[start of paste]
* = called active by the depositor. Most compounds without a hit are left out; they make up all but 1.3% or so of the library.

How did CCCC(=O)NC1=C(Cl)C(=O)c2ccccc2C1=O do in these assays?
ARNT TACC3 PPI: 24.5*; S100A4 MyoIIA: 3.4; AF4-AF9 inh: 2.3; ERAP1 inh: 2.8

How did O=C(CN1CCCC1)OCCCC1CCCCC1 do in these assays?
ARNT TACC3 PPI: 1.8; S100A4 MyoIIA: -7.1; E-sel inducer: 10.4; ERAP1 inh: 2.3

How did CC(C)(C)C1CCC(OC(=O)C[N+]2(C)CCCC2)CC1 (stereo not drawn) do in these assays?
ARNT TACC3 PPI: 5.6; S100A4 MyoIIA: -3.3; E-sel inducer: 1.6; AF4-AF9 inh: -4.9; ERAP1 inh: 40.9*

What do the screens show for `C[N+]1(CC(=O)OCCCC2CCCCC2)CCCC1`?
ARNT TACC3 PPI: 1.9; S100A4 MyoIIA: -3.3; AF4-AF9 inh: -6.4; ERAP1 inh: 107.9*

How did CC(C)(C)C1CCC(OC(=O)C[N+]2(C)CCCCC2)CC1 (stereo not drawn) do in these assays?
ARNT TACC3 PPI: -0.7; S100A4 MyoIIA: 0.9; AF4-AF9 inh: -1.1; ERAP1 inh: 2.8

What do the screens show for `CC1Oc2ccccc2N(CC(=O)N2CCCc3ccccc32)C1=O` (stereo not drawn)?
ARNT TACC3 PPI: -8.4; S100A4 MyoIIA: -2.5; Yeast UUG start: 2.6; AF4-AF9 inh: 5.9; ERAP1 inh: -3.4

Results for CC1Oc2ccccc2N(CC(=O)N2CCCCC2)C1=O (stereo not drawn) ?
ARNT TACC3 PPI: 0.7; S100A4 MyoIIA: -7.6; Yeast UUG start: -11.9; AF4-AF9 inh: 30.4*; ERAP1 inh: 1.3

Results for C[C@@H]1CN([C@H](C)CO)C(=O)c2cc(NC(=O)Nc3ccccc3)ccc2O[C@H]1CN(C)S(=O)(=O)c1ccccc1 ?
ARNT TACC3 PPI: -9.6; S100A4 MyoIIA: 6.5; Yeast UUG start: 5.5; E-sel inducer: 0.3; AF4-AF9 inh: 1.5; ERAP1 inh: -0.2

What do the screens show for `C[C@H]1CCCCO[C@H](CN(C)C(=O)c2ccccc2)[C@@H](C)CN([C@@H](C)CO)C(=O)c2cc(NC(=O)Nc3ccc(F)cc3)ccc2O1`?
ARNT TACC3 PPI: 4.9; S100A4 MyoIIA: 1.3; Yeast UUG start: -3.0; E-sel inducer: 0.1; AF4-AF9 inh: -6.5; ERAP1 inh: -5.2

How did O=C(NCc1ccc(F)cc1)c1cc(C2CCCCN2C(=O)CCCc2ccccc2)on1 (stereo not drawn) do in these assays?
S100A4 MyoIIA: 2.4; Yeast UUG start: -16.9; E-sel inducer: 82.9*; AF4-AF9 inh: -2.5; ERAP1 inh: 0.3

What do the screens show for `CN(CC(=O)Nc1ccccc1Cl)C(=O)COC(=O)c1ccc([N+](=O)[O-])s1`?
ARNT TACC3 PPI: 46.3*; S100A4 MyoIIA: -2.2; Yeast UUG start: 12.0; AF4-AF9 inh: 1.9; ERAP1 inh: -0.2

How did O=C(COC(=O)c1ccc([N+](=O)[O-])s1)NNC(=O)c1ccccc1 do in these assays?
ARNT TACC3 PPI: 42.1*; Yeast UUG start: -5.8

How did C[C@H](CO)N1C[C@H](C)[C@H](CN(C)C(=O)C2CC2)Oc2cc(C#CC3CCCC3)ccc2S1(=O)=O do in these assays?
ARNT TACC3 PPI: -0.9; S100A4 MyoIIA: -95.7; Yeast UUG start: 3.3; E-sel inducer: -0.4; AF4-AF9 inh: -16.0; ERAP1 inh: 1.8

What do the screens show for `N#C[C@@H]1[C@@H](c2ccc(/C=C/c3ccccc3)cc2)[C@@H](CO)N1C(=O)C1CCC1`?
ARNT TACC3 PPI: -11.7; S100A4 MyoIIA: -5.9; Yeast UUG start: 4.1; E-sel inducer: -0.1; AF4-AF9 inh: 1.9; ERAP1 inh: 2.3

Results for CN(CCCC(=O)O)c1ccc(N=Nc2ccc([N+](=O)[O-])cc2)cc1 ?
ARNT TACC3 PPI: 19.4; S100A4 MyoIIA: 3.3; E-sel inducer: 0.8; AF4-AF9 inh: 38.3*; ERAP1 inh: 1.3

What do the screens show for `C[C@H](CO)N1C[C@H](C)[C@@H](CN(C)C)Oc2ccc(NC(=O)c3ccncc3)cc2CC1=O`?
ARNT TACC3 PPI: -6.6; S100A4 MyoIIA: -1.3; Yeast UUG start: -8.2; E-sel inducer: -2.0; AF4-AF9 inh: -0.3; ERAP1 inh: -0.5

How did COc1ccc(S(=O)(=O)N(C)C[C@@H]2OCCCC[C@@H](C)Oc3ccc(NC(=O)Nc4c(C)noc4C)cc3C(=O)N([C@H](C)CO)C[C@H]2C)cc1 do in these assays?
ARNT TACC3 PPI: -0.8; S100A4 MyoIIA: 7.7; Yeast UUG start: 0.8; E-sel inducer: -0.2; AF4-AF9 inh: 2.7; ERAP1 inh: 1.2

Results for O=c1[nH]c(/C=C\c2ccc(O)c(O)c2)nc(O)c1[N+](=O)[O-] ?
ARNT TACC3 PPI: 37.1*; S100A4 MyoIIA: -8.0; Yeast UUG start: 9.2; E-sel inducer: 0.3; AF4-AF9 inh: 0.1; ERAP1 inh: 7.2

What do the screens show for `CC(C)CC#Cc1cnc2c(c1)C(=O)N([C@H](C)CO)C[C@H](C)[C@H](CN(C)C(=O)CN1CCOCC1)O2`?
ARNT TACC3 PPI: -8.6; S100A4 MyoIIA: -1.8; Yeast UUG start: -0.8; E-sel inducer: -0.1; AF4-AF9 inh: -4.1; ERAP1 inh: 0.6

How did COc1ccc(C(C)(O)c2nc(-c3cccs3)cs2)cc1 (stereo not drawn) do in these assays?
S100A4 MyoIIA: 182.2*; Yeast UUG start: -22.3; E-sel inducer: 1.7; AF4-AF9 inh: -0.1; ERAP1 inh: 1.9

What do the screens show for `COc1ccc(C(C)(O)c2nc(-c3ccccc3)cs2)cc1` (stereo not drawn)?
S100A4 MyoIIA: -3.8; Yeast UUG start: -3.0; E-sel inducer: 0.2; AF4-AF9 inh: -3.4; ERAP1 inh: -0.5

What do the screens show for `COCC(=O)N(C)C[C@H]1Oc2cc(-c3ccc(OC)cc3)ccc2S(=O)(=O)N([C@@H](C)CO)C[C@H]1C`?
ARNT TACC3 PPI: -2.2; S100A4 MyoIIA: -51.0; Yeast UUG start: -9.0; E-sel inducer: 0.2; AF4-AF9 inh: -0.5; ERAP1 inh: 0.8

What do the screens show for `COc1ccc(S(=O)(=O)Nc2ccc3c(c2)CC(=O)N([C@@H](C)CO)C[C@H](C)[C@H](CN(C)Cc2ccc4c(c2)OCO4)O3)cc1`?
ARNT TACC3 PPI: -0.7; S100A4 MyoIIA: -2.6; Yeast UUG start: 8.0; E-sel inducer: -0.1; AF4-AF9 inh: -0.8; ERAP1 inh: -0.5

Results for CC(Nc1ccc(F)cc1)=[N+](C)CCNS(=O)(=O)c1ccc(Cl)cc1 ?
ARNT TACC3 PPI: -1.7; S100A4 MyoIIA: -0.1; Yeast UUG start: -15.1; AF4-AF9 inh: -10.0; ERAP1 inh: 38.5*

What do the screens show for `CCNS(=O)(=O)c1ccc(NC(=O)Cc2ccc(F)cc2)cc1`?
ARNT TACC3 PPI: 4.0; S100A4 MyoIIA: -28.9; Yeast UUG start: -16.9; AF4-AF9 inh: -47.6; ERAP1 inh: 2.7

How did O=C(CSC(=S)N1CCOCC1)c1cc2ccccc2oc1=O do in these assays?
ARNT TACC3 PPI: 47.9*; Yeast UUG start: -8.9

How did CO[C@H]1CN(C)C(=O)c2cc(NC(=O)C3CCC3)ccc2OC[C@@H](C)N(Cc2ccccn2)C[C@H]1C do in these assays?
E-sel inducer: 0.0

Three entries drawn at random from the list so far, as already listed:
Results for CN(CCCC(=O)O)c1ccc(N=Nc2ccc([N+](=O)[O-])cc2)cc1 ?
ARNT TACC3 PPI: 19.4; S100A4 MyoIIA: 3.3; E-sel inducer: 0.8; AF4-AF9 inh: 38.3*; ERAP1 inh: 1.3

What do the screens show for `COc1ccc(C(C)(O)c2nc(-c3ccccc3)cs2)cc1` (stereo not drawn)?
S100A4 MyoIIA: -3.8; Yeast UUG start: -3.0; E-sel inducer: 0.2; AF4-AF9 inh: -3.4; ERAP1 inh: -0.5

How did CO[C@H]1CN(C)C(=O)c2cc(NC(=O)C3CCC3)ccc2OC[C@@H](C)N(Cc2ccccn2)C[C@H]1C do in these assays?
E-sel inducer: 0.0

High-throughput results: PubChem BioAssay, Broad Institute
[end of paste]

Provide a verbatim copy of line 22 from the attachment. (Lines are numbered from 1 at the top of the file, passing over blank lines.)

What do the screens show for `CN(CC(=O)Nc1ccccc1Cl)C(=O)COC(=O)c1ccc([N+](=O)[O-])s1`?